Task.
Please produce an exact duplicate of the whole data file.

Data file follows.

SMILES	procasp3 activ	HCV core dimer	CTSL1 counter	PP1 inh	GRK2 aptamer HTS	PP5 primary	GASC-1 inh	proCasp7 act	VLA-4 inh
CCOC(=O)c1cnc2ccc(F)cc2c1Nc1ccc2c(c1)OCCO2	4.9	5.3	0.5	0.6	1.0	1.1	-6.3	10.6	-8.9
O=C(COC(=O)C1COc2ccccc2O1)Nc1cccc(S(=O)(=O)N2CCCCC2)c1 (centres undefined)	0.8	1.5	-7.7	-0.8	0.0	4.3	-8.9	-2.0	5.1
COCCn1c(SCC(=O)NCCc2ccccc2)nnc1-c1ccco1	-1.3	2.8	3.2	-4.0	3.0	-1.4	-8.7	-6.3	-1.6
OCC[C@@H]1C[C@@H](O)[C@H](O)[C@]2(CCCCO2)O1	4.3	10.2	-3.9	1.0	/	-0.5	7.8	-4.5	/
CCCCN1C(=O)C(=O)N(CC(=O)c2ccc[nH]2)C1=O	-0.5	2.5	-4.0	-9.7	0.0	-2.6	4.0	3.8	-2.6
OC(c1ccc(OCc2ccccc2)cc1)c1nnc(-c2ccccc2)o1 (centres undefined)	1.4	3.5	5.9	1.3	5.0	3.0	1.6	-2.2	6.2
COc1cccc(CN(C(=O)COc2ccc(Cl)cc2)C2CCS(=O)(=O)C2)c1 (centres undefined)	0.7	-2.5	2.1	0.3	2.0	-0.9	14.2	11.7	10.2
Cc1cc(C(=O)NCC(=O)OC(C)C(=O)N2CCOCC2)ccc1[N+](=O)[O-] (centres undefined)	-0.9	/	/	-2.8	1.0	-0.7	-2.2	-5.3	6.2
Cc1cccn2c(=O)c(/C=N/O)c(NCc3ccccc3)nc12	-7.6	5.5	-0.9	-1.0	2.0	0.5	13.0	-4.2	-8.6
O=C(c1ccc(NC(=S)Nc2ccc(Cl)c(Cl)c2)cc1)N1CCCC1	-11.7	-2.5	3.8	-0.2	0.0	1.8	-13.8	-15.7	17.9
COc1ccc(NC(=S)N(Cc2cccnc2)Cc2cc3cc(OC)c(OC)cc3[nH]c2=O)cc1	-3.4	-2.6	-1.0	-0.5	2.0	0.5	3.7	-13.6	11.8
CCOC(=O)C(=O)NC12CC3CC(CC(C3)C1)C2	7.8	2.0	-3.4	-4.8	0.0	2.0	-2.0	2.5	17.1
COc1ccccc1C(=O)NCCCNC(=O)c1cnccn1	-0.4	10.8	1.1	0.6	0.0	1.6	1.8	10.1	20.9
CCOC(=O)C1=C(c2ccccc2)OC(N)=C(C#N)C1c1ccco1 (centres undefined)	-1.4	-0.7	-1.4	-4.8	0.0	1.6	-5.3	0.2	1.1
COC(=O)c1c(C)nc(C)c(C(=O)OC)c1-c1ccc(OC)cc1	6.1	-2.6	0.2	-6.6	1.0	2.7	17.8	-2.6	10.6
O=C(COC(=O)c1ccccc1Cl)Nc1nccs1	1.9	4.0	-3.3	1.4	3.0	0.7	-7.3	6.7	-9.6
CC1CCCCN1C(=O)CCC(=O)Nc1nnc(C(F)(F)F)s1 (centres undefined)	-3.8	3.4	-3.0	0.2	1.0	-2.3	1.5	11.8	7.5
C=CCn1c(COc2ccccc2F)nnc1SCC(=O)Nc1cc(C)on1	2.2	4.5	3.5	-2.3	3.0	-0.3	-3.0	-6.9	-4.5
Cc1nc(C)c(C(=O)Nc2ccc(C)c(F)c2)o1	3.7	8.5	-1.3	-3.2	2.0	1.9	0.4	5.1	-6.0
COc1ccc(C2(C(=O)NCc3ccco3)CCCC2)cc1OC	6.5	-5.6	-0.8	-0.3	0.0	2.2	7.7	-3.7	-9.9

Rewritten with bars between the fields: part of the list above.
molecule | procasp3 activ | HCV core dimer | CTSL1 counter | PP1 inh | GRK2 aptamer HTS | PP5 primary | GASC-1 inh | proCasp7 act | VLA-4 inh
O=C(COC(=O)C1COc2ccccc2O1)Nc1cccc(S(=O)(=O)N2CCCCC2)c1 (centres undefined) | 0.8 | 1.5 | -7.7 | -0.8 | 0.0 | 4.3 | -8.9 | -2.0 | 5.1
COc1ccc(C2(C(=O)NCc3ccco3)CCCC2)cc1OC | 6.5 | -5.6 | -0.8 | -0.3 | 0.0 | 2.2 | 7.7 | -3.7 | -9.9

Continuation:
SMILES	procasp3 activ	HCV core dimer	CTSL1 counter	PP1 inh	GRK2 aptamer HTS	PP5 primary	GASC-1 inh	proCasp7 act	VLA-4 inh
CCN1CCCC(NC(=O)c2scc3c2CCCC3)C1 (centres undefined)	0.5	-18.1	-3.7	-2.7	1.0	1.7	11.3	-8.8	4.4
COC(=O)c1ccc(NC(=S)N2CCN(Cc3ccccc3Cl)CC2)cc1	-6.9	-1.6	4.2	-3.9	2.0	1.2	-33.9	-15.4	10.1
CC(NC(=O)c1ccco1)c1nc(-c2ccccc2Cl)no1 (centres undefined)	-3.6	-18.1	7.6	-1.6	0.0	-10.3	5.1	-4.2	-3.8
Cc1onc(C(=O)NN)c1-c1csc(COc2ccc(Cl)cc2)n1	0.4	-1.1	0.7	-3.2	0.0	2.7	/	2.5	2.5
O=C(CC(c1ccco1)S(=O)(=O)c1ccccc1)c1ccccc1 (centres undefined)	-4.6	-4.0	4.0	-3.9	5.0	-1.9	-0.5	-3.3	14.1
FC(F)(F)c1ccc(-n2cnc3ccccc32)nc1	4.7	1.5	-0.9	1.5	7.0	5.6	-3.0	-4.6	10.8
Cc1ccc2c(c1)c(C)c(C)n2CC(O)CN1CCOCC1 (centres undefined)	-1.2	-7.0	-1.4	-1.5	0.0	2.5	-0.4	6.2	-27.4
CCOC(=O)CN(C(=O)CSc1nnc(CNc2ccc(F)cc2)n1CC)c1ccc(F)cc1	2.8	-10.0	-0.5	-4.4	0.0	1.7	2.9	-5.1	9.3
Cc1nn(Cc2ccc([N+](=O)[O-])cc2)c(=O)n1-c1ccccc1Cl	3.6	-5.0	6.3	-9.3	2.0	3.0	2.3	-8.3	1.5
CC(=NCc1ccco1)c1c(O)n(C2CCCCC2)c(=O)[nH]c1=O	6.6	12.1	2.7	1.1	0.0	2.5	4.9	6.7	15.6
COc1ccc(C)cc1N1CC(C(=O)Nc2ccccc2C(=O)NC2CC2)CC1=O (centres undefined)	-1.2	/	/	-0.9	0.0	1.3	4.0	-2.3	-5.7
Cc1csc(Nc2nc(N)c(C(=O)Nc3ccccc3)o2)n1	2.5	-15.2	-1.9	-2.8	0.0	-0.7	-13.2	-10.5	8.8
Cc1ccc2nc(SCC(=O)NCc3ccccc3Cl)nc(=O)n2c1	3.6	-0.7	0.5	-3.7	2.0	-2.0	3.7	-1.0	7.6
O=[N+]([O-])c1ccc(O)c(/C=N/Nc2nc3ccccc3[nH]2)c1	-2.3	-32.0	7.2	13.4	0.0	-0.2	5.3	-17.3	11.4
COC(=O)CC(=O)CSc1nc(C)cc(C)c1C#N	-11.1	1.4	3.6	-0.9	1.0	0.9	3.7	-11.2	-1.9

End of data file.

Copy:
SMILES	procasp3 activ	HCV core dimer	CTSL1 counter	PP1 inh	GRK2 aptamer HTS	PP5 primary	GASC-1 inh	proCasp7 act	VLA-4 inh
CCOC(=O)c1cnc2ccc(F)cc2c1Nc1ccc2c(c1)OCCO2	4.9	5.3	0.5	0.6	1.0	1.1	-6.3	10.6	-8.9
O=C(COC(=O)C1COc2ccccc2O1)Nc1cccc(S(=O)(=O)N2CCCCC2)c1 (centres undefined)	0.8	1.5	-7.7	-0.8	0.0	4.3	-8.9	-2.0	5.1
COCCn1c(SCC(=O)NCCc2ccccc2)nnc1-c1ccco1	-1.3	2.8	3.2	-4.0	3.0	-1.4	-8.7	-6.3	-1.6
OCC[C@@H]1C[C@@H](O)[C@H](O)[C@]2(CCCCO2)O1	4.3	10.2	-3.9	1.0	/	-0.5	7.8	-4.5	/
CCCCN1C(=O)C(=O)N(CC(=O)c2ccc[nH]2)C1=O	-0.5	2.5	-4.0	-9.7	0.0	-2.6	4.0	3.8	-2.6
OC(c1ccc(OCc2ccccc2)cc1)c1nnc(-c2ccccc2)o1 (centres undefined)	1.4	3.5	5.9	1.3	5.0	3.0	1.6	-2.2	6.2
COc1cccc(CN(C(=O)COc2ccc(Cl)cc2)C2CCS(=O)(=O)C2)c1 (centres undefined)	0.7	-2.5	2.1	0.3	2.0	-0.9	14.2	11.7	10.2
Cc1cc(C(=O)NCC(=O)OC(C)C(=O)N2CCOCC2)ccc1[N+](=O)[O-] (centres undefined)	-0.9	/	/	-2.8	1.0	-0.7	-2.2	-5.3	6.2
Cc1cccn2c(=O)c(/C=N/O)c(NCc3ccccc3)nc12	-7.6	5.5	-0.9	-1.0	2.0	0.5	13.0	-4.2	-8.6
O=C(c1ccc(NC(=S)Nc2ccc(Cl)c(Cl)c2)cc1)N1CCCC1	-11.7	-2.5	3.8	-0.2	0.0	1.8	-13.8	-15.7	17.9
COc1ccc(NC(=S)N(Cc2cccnc2)Cc2cc3cc(OC)c(OC)cc3[nH]c2=O)cc1	-3.4	-2.6	-1.0	-0.5	2.0	0.5	3.7	-13.6	11.8
CCOC(=O)C(=O)NC12CC3CC(CC(C3)C1)C2	7.8	2.0	-3.4	-4.8	0.0	2.0	-2.0	2.5	17.1
COc1ccccc1C(=O)NCCCNC(=O)c1cnccn1	-0.4	10.8	1.1	0.6	0.0	1.6	1.8	10.1	20.9
CCOC(=O)C1=C(c2ccccc2)OC(N)=C(C#N)C1c1ccco1 (centres undefined)	-1.4	-0.7	-1.4	-4.8	0.0	1.6	-5.3	0.2	1.1
COC(=O)c1c(C)nc(C)c(C(=O)OC)c1-c1ccc(OC)cc1	6.1	-2.6	0.2	-6.6	1.0	2.7	17.8	-2.6	10.6
O=C(COC(=O)c1ccccc1Cl)Nc1nccs1	1.9	4.0	-3.3	1.4	3.0	0.7	-7.3	6.7	-9.6
CC1CCCCN1C(=O)CCC(=O)Nc1nnc(C(F)(F)F)s1 (centres undefined)	-3.8	3.4	-3.0	0.2	1.0	-2.3	1.5	11.8	7.5
C=CCn1c(COc2ccccc2F)nnc1SCC(=O)Nc1cc(C)on1	2.2	4.5	3.5	-2.3	3.0	-0.3	-3.0	-6.9	-4.5
Cc1nc(C)c(C(=O)Nc2ccc(C)c(F)c2)o1	3.7	8.5	-1.3	-3.2	2.0	1.9	0.4	5.1	-6.0
COc1ccc(C2(C(=O)NCc3ccco3)CCCC2)cc1OC	6.5	-5.6	-0.8	-0.3	0.0	2.2	7.7	-3.7	-9.9

Rewritten with bars between the fields: part of the list above.
molecule | procasp3 activ | HCV core dimer | CTSL1 counter | PP1 inh | GRK2 aptamer HTS | PP5 primary | GASC-1 inh | proCasp7 act | VLA-4 inh
O=C(COC(=O)C1COc2ccccc2O1)Nc1cccc(S(=O)(=O)N2CCCCC2)c1 (centres undefined) | 0.8 | 1.5 | -7.7 | -0.8 | 0.0 | 4.3 | -8.9 | -2.0 | 5.1
COc1ccc(C2(C(=O)NCc3ccco3)CCCC2)cc1OC | 6.5 | -5.6 | -0.8 | -0.3 | 0.0 | 2.2 | 7.7 | -3.7 | -9.9

Continuation:
SMILES	procasp3 activ	HCV core dimer	CTSL1 counter	PP1 inh	GRK2 aptamer HTS	PP5 primary	GASC-1 inh	proCasp7 act	VLA-4 inh
CCN1CCCC(NC(=O)c2scc3c2CCCC3)C1 (centres undefined)	0.5	-18.1	-3.7	-2.7	1.0	1.7	11.3	-8.8	4.4
COC(=O)c1ccc(NC(=S)N2CCN(Cc3ccccc3Cl)CC2)cc1	-6.9	-1.6	4.2	-3.9	2.0	1.2	-33.9	-15.4	10.1
CC(NC(=O)c1ccco1)c1nc(-c2ccccc2Cl)no1 (centres undefined)	-3.6	-18.1	7.6	-1.6	0.0	-10.3	5.1	-4.2	-3.8
Cc1onc(C(=O)NN)c1-c1csc(COc2ccc(Cl)cc2)n1	0.4	-1.1	0.7	-3.2	0.0	2.7	/	2.5	2.5
O=C(CC(c1ccco1)S(=O)(=O)c1ccccc1)c1ccccc1 (centres undefined)	-4.6	-4.0	4.0	-3.9	5.0	-1.9	-0.5	-3.3	14.1
FC(F)(F)c1ccc(-n2cnc3ccccc32)nc1	4.7	1.5	-0.9	1.5	7.0	5.6	-3.0	-4.6	10.8
Cc1ccc2c(c1)c(C)c(C)n2CC(O)CN1CCOCC1 (centres undefined)	-1.2	-7.0	-1.4	-1.5	0.0	2.5	-0.4	6.2	-27.4
CCOC(=O)CN(C(=O)CSc1nnc(CNc2ccc(F)cc2)n1CC)c1ccc(F)cc1	2.8	-10.0	-0.5	-4.4	0.0	1.7	2.9	-5.1	9.3
Cc1nn(Cc2ccc([N+](=O)[O-])cc2)c(=O)n1-c1ccccc1Cl	3.6	-5.0	6.3	-9.3	2.0	3.0	2.3	-8.3	1.5
CC(=NCc1ccco1)c1c(O)n(C2CCCCC2)c(=O)[nH]c1=O	6.6	12.1	2.7	1.1	0.0	2.5	4.9	6.7	15.6
COc1ccc(C)cc1N1CC(C(=O)Nc2ccccc2C(=O)NC2CC2)CC1=O (centres undefined)	-1.2	/	/	-0.9	0.0	1.3	4.0	-2.3	-5.7
Cc1csc(Nc2nc(N)c(C(=O)Nc3ccccc3)o2)n1	2.5	-15.2	-1.9	-2.8	0.0	-0.7	-13.2	-10.5	8.8
Cc1ccc2nc(SCC(=O)NCc3ccccc3Cl)nc(=O)n2c1	3.6	-0.7	0.5	-3.7	2.0	-2.0	3.7	-1.0	7.6
O=[N+]([O-])c1ccc(O)c(/C=N/Nc2nc3ccccc3[nH]2)c1	-2.3	-32.0	7.2	13.4	0.0	-0.2	5.3	-17.3	11.4
COC(=O)CC(=O)CSc1nc(C)cc(C)c1C#N	-11.1	1.4	3.6	-0.9	1.0	0.9	3.7	-11.2	-1.9